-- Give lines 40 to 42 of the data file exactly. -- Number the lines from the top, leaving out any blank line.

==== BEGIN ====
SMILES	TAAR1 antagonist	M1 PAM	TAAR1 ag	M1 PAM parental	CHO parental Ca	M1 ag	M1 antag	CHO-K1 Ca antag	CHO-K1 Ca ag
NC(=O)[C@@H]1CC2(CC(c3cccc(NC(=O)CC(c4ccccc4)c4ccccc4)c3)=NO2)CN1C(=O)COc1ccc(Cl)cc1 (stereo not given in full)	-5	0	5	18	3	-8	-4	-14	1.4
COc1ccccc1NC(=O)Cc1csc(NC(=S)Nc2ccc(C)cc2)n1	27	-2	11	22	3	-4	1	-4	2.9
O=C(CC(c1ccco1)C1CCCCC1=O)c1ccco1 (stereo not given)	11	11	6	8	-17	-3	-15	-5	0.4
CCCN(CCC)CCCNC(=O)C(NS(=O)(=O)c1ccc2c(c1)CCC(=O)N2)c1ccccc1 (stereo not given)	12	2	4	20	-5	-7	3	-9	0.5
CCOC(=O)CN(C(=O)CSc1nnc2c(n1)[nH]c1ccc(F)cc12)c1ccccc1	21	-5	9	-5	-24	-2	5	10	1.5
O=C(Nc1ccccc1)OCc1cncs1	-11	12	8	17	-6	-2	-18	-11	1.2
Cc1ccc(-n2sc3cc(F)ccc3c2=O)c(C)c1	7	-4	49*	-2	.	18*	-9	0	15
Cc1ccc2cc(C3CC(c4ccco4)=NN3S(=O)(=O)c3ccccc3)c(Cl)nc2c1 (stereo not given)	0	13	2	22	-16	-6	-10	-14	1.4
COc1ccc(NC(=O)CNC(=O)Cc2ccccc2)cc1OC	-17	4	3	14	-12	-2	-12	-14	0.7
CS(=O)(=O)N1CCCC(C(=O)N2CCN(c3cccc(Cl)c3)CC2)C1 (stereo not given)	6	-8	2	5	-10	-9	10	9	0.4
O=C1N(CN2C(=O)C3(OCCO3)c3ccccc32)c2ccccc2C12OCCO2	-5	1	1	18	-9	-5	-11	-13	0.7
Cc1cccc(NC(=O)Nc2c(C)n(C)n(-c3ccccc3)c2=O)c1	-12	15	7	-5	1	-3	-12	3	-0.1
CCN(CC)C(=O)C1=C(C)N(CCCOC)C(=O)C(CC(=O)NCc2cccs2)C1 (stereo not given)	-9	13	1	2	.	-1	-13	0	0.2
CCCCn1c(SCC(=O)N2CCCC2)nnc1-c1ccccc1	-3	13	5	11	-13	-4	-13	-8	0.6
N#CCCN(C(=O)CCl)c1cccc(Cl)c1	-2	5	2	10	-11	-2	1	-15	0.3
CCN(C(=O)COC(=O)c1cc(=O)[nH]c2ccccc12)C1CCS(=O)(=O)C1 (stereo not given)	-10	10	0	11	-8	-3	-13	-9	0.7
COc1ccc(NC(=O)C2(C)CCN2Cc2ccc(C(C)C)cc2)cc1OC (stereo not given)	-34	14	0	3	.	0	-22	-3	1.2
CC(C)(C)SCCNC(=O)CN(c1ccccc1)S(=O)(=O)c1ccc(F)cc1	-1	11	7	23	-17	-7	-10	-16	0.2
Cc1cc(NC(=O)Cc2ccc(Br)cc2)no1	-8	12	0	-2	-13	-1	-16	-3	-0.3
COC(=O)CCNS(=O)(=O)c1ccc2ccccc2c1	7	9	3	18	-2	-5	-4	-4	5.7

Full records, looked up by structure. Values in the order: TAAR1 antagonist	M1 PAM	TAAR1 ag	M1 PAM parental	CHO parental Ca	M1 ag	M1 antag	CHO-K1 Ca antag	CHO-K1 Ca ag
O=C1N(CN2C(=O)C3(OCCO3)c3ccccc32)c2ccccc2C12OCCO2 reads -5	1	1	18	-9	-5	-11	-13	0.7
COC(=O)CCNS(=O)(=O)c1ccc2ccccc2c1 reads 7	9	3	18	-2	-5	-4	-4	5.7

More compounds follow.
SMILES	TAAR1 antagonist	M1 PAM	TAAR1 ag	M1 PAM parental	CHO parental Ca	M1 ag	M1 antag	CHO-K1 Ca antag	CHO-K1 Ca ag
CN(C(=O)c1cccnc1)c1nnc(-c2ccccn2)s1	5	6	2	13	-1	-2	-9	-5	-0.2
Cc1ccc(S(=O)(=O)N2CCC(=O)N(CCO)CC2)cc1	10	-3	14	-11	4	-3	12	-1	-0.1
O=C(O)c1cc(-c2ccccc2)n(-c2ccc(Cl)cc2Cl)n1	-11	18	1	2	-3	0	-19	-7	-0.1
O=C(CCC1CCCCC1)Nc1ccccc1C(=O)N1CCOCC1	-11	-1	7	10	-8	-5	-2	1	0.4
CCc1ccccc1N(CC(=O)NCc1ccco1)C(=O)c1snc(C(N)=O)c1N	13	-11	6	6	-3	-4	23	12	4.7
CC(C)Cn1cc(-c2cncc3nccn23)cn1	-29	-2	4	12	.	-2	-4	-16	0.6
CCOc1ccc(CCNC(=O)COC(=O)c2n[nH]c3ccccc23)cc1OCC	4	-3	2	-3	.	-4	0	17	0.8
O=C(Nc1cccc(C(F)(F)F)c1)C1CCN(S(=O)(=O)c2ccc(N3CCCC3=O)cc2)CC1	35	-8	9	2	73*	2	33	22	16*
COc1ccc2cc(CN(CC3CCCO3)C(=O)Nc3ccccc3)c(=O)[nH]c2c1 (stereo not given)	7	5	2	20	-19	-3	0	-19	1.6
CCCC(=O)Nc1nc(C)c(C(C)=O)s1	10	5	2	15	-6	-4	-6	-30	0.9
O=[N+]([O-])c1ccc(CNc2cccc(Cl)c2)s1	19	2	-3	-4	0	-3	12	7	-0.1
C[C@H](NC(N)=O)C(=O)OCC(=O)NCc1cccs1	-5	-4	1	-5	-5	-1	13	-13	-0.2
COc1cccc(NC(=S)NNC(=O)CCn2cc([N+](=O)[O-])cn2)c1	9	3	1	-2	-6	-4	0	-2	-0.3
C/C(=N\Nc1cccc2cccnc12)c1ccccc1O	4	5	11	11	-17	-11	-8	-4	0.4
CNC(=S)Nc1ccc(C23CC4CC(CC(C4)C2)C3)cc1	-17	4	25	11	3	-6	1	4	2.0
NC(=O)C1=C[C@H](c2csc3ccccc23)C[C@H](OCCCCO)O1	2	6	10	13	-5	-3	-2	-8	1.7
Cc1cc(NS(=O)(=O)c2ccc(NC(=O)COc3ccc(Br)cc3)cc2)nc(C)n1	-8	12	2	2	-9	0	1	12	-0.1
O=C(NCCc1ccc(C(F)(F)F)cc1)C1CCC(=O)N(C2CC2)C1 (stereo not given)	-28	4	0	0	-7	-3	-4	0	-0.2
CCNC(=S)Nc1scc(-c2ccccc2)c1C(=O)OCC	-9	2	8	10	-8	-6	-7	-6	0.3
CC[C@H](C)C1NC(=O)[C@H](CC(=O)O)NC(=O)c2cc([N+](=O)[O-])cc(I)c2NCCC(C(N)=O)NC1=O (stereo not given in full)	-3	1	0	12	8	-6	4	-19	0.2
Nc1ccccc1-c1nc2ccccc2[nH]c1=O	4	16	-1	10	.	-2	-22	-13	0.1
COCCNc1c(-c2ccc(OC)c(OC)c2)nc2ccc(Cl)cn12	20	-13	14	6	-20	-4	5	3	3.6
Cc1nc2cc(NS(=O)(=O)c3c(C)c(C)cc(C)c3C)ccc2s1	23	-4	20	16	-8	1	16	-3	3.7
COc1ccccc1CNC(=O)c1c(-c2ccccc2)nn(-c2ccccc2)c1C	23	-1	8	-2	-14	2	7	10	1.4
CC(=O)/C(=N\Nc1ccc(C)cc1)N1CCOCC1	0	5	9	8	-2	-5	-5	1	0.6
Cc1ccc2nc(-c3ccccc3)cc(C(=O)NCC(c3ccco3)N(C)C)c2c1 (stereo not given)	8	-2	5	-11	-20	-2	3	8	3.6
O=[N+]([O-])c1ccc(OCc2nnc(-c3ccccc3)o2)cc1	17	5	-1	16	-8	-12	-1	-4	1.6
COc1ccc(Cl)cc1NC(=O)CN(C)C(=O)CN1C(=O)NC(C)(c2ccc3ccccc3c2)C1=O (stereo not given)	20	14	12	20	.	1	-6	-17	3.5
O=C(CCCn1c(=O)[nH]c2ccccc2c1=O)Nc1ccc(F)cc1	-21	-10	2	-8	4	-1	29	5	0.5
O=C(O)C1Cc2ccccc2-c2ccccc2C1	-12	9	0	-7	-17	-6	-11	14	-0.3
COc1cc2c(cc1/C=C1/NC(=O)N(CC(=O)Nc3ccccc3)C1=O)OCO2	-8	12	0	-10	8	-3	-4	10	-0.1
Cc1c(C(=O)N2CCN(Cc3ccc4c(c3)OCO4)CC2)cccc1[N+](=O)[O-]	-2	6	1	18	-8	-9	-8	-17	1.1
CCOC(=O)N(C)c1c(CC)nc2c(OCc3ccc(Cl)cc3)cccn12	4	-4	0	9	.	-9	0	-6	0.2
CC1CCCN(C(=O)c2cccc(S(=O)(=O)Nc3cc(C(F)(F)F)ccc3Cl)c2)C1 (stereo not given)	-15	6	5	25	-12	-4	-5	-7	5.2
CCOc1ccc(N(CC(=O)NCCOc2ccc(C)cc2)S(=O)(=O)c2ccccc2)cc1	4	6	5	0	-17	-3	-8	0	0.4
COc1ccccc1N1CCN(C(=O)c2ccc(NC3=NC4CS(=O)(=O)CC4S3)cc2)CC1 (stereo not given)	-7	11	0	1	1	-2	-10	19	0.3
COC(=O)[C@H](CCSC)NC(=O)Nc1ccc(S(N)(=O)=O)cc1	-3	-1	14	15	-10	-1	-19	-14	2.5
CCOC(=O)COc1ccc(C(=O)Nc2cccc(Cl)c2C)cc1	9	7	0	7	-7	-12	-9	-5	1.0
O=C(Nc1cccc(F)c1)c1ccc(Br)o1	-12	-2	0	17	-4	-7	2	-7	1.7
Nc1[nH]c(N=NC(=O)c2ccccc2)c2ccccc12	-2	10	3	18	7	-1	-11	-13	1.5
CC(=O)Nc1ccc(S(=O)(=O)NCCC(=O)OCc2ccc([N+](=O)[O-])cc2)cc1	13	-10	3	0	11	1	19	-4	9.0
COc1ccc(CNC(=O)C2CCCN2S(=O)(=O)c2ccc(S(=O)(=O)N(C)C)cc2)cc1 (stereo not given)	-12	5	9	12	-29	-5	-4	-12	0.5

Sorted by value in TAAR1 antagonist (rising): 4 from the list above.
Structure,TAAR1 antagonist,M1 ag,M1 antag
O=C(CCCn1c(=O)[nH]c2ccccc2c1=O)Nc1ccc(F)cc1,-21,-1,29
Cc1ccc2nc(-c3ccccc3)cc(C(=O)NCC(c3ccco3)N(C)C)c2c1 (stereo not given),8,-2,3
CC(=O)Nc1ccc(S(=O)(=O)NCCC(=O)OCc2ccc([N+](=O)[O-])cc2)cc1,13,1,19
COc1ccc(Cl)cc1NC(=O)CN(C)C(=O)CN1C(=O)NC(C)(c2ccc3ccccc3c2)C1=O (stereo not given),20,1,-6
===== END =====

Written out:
C/C(=N\Nc1cccc2cccnc12)c1ccccc1O	4	5	11	11	-17	-11	-8	-4	0.4
CNC(=S)Nc1ccc(C23CC4CC(CC(C4)C2)C3)cc1	-17	4	25	11	3	-6	1	4	2.0
NC(=O)C1=C[C@H](c2csc3ccccc23)C[C@H](OCCCCO)O1	2	6	10	13	-5	-3	-2	-8	1.7